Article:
/********************************************************************/  

sysname=MVSVAR('SYSNAME')   /* local sysname */

parse value jobstat("MYJOB",sysname) with executing lpar 
if executing then do                               
   /* do 'executing' stuff here */ 
   say 'Job is executing'         
   end                                             
else do                                           
   /* Do 'Not executing' stuff here */  
   say 'Job is not executing'                                 
   end 

return 0

Using the above exec to determine if a job is executing in the sysplex and on which lpar:

/**REXX**************************************************************/   
/*                                                                  */  
/* Call jobstat to see if job is running anywhere in the sysplex    */
/*                                                                  */   
/********************************************************************/  

parse value jobstat("MYJOB") with executing lpar 
if executing then do                               
   /* do 'executing' stuff here */ 
   say 'Job is executing on '||lpar         
   end                                             
else do                                           
   /* Do 'Not executing' stuff here */  
   say 'Job is not executing'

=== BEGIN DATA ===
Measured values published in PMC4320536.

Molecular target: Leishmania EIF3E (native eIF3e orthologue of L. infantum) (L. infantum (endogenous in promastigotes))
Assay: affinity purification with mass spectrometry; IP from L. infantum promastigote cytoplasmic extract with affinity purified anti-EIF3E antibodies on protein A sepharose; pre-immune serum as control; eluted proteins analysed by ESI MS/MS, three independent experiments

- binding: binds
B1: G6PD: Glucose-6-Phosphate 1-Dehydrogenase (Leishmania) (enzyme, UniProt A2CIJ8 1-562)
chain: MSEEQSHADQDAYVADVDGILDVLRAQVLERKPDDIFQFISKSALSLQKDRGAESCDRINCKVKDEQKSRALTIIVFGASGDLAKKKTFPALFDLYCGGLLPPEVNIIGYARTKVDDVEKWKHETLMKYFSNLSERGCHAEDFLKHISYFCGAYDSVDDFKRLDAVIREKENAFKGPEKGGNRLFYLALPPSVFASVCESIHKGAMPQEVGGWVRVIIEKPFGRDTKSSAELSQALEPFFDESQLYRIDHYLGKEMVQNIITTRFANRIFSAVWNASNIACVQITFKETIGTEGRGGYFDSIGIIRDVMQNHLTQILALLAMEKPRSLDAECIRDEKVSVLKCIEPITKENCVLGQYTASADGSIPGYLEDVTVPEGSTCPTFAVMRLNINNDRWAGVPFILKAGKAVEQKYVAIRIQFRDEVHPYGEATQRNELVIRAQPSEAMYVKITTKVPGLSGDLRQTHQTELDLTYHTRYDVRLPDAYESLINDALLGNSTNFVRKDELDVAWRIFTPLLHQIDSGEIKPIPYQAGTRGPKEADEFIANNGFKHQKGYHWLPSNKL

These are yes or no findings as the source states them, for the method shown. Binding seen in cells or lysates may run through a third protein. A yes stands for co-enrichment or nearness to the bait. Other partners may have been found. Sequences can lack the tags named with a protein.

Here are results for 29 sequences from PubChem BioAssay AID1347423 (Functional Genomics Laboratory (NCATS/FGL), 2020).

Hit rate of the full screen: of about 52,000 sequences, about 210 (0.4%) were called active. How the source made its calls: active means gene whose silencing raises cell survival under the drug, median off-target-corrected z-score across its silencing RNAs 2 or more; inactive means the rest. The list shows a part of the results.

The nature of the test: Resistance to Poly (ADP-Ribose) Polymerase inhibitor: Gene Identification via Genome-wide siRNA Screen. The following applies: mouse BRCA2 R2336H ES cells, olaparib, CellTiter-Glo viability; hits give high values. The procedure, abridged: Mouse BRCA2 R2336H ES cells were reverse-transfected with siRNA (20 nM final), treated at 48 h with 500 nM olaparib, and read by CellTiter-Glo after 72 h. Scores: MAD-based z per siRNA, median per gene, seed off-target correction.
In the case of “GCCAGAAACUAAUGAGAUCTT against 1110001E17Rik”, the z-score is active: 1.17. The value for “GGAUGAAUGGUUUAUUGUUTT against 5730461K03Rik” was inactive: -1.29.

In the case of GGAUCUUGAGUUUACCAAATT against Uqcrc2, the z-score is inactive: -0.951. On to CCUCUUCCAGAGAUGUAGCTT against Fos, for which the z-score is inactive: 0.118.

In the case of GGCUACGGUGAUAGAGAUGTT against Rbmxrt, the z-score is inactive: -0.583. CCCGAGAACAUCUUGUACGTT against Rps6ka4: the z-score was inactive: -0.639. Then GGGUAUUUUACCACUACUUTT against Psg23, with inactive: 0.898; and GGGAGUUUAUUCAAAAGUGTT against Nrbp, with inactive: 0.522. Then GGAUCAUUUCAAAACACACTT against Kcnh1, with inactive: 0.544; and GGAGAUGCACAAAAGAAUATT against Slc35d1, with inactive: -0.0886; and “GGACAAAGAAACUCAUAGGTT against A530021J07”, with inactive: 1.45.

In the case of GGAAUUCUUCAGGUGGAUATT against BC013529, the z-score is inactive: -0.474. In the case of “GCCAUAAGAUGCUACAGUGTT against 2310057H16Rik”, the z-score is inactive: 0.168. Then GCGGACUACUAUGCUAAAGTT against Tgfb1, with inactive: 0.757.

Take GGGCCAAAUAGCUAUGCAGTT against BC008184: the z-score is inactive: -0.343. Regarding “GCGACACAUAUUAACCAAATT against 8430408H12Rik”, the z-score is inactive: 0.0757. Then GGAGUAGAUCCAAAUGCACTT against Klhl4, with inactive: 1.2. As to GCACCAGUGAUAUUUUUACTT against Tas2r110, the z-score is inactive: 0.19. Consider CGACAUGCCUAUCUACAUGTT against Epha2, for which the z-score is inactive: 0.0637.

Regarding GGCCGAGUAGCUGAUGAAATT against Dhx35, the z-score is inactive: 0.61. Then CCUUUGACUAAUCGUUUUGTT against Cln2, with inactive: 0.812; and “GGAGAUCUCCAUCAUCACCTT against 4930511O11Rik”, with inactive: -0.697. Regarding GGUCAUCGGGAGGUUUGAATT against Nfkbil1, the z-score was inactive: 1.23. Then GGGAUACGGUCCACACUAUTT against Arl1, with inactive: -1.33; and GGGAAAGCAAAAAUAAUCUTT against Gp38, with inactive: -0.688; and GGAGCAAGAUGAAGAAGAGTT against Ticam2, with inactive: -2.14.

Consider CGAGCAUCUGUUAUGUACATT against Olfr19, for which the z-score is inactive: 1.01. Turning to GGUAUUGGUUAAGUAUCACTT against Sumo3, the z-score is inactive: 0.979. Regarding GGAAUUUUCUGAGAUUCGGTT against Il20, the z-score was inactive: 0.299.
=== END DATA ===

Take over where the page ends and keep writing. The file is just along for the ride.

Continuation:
end  

return 0
Categories: Mainframe, REXX Tags: ,

Maintaining the OMEGAMON XE for CICS on z/OS Globals with PARMGEN

September 10, 2013 Leave a comment

Global settings selection

May aspects of the operation of OMEGAMON XE for CICS on z/OS data collection and operation are controlled by global settings. These settings are held in a PDS member of the library allocated to the RKC2GLBL DD in the ‘classic’ collector address space (also known as the OCCI). Typically the hlq.RKANPARU library is allocated to the RKC2GLBL DD

Global members have member names of the form KC2GLBxx where xx is a two character suffix. The global member to be used by the OCCI when monitoring a given CICS region is selected by including a KOCGLBxx dummy DD in the CICS startup JCL, where the xx in the DD name matches the suffix of a global member in the library allocated to the RK2GLBL DD in the OCCI address space.

If you do not add a KOCGLBxx DD to the CICS region, then xx defaults to ’00’ (zero zero).  If the selected global member is not found by the OCCI address space then it uses a default set of values.

PARMGEN support for the CICS globals

Currently PARMGEN support for the CICS globals is limited to copying global members from a source PDS into the run time environment’s hlq.RKANPARU library.

The source PDS to be used is specified by the KC2_CLASSIC_KC2GLB_SRCLIB parameter in the rte member name in the PARMGEN WCONFIG library and defaults to the ICAT INSTDATA dataset.

If you are not converting from an ICAT install for the RTE you can point this parameter at any library you chose and place your completed global members in there. During the deployment phase of the RTE, the deployment jobs will copy the global members from this library to the run time’s hlq.RKANPARU library.

If you are NOT using the default global member for a CICS region you will still need to manually add a KOCGLBxx dummy DD card to the CICS startup JCL in order to select the corresponding global member.